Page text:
There are a wide variety of cannabis strains for you to choose from. And yes, they actually matter. Different strains have different effects. A strain is a unique type of cannabis that has been bred to present certain features. Basically, each strain is a genetic version of cannabis.
For example, the strain Granddaddy Purple tends to be purple in color, makes you sleepy, and has a musky-berry aroma. It also tends to be high in THC, the primary psychoactive in cannabis.
Other strains, like Harlequin, won’t make you feel very high at all. Harlequin is a high-CBD strain, meaning that it has fewer psychoactive effects. Short for cannabidiol (CBD), is a non-psychoactive compound that is often used in medical cannabis for epilepsy.
Despite state legalisation efforts, it’s been close to impossible to conduct official research on marijuana, something researchers have long lamented.
“There is a desperate need for this research, but it’s impossible to study this drug properly in an atmosphere of prohibition,” Sue Sisley, a psychiatrist who has studied post-traumatic stress disorder for the Department of Veterans Affairs and the University of Arizona College of Medicine, told The Washington Post.
Matlock, Marijuana And A Glass Of Warm Milk: The Rise Of Cannabis Retirement Homes
If there is one demographic within medical cannabis patients that have obtained a world of benefits from the use of medical marijuana, it is the “elderly”. Many retirees have found that cannabis is a much better option in relation to managing pain, sleep, appetite and giving them a healthy outlook on life.
While there are currently not really many retirement homes out there that specializes in cannabis treatment, the concept in itself could mean medical relief to thousands of people suffering in their old age as well as drive down medical costs associated with their collection of medicines.
In November, Californians will vote whether or not to legalize recreational marijuana. But the initiative on the ballot—Prop 64 (formerly AUMA, the Adult Use of Marijuana Act)—doesn’t just say “hey everyone, let’s go get high!” Rather, it would put in place a fairly complex regulatory framework.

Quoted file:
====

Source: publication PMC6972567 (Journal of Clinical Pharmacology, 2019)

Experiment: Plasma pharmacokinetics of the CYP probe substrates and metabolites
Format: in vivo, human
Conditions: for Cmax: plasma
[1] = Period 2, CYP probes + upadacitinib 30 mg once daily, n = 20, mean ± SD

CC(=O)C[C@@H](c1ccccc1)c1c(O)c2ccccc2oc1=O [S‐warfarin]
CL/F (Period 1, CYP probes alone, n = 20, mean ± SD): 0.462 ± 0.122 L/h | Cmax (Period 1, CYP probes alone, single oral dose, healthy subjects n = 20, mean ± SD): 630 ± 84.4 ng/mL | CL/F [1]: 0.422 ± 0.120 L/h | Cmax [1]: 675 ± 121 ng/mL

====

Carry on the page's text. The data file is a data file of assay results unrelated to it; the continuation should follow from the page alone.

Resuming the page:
There would still be penalties for things like smoking weed in public, growing more than six plants, selling to a minor, and a variety of other actions. Different laws also apply depending on which of three legal categories you fall into: Minors, young adults between ages 18 and 20, and adults over age 21.
“How cool will it be if we can collect data on 9- and 10-year-olds that will help predict how all young people will function in later life?” asks Garavan. “This is the sort of information that will truly help people parent, and legislate, and educate, and live healthy lives.”
It will also, as a matter of consequence, help determine whether or not addiction is a disease, like diabetes or hypertension, that can be diagnosed and controlled. If a biomarker for addiction exists — “and it might not, given that addiction is not all about the brain,” says Garavan — the neuroimaging may help find it. “Either way, it should help clear up these essential definitional uncertainties and debates.”
Waiting until your asthma symptoms manifest to try to medicate for the very first time is not recommended.
Instead, make sure to experiment in a peaceful, safe context, and while you are not experiencing any major respiratory issue. You need to acquire sufficient knowledge about your body, and how it responds to various degrees of cannabis intake. This means that you should be ready to counter any issue that could arise due to your lack of experience: possible coughing, inappropriate dosage, etc. Once you have a clear understanding of how vaporising can affect your breathing, throat and mouth, you can ease into using it to palliate to symptoms such as short breath, wheezing, tightness in the chest area, for recovering after a severe attack, and even to actually counter a full-blown asthma attack.
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